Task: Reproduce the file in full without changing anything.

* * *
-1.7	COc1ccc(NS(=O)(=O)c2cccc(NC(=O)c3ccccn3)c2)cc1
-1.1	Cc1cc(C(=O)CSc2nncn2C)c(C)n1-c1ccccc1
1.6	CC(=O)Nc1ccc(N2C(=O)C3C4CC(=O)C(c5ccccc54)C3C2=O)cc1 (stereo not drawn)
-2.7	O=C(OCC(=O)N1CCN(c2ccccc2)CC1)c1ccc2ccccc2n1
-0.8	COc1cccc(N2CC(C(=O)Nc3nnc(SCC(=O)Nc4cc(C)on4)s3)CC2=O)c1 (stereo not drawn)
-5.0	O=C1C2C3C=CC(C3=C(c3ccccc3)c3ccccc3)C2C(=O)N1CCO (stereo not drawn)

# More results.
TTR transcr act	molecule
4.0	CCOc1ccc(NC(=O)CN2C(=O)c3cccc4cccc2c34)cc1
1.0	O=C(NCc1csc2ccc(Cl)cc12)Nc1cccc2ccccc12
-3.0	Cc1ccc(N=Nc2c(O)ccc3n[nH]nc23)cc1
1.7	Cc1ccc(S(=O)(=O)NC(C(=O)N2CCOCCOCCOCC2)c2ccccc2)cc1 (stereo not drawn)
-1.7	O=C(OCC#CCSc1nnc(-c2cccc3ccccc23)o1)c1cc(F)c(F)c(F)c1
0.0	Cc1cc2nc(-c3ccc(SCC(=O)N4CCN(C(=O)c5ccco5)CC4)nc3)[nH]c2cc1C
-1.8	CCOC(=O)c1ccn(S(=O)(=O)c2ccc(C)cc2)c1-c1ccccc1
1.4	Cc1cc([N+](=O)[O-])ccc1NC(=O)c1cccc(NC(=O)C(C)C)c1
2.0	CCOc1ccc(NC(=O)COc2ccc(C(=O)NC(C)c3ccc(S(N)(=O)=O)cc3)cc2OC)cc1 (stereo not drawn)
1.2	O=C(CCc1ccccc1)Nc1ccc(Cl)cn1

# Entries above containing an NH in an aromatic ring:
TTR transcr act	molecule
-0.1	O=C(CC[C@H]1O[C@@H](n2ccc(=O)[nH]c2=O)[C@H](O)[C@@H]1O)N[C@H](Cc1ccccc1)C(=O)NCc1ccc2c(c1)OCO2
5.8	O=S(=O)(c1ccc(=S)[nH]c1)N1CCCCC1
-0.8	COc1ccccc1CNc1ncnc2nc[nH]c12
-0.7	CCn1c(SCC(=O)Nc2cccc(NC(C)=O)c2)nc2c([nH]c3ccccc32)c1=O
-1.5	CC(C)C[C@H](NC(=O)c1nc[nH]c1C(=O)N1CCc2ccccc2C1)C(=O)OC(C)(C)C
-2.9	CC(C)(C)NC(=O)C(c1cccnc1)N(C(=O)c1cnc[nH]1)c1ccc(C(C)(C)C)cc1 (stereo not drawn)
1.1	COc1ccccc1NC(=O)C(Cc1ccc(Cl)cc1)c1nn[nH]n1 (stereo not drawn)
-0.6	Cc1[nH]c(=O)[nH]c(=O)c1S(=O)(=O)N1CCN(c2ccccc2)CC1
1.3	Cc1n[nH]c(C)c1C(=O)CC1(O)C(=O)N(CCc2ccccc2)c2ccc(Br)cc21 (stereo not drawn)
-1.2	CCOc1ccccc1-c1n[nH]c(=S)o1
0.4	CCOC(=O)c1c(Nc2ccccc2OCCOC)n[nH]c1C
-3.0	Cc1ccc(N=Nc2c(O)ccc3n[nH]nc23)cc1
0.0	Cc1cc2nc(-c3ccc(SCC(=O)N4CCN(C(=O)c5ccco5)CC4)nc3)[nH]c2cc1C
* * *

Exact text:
-1.7	COc1ccc(NS(=O)(=O)c2cccc(NC(=O)c3ccccn3)c2)cc1
-1.1	Cc1cc(C(=O)CSc2nncn2C)c(C)n1-c1ccccc1
1.6	CC(=O)Nc1ccc(N2C(=O)C3C4CC(=O)C(c5ccccc54)C3C2=O)cc1 (stereo not drawn)
-2.7	O=C(OCC(=O)N1CCN(c2ccccc2)CC1)c1ccc2ccccc2n1
-0.8	COc1cccc(N2CC(C(=O)Nc3nnc(SCC(=O)Nc4cc(C)on4)s3)CC2=O)c1 (stereo not drawn)
-5.0	O=C1C2C3C=CC(C3=C(c3ccccc3)c3ccccc3)C2C(=O)N1CCO (stereo not drawn)

# More results.
TTR transcr act	molecule
4.0	CCOc1ccc(NC(=O)CN2C(=O)c3cccc4cccc2c34)cc1
1.0	O=C(NCc1csc2ccc(Cl)cc12)Nc1cccc2ccccc12
-3.0	Cc1ccc(N=Nc2c(O)ccc3n[nH]nc23)cc1
1.7	Cc1ccc(S(=O)(=O)NC(C(=O)N2CCOCCOCCOCC2)c2ccccc2)cc1 (stereo not drawn)
-1.7	O=C(OCC#CCSc1nnc(-c2cccc3ccccc23)o1)c1cc(F)c(F)c(F)c1
0.0	Cc1cc2nc(-c3ccc(SCC(=O)N4CCN(C(=O)c5ccco5)CC4)nc3)[nH]c2cc1C
-1.8	CCOC(=O)c1ccn(S(=O)(=O)c2ccc(C)cc2)c1-c1ccccc1
1.4	Cc1cc([N+](=O)[O-])ccc1NC(=O)c1cccc(NC(=O)C(C)C)c1
2.0	CCOc1ccc(NC(=O)COc2ccc(C(=O)NC(C)c3ccc(S(N)(=O)=O)cc3)cc2OC)cc1 (stereo not drawn)
1.2	O=C(CCc1ccccc1)Nc1ccc(Cl)cn1

# Entries above containing an NH in an aromatic ring:
TTR transcr act	molecule
-0.1	O=C(CC[C@H]1O[C@@H](n2ccc(=O)[nH]c2=O)[C@H](O)[C@@H]1O)N[C@H](Cc1ccccc1)C(=O)NCc1ccc2c(c1)OCO2
5.8	O=S(=O)(c1ccc(=S)[nH]c1)N1CCCCC1
-0.8	COc1ccccc1CNc1ncnc2nc[nH]c12
-0.7	CCn1c(SCC(=O)Nc2cccc(NC(C)=O)c2)nc2c([nH]c3ccccc32)c1=O
-1.5	CC(C)C[C@H](NC(=O)c1nc[nH]c1C(=O)N1CCc2ccccc2C1)C(=O)OC(C)(C)C
-2.9	CC(C)(C)NC(=O)C(c1cccnc1)N(C(=O)c1cnc[nH]1)c1ccc(C(C)(C)C)cc1 (stereo not drawn)
1.1	COc1ccccc1NC(=O)C(Cc1ccc(Cl)cc1)c1nn[nH]n1 (stereo not drawn)
-0.6	Cc1[nH]c(=O)[nH]c(=O)c1S(=O)(=O)N1CCN(c2ccccc2)CC1
1.3	Cc1n[nH]c(C)c1C(=O)CC1(O)C(=O)N(CCc2ccccc2)c2ccc(Br)cc21 (stereo not drawn)
-1.2	CCOc1ccccc1-c1n[nH]c(=S)o1
0.4	CCOC(=O)c1c(Nc2ccccc2OCCOC)n[nH]c1C
-3.0	Cc1ccc(N=Nc2c(O)ccc3n[nH]nc23)cc1
0.0	Cc1cc2nc(-c3ccc(SCC(=O)N4CCN(C(=O)c5ccco5)CC4)nc3)[nH]c2cc1C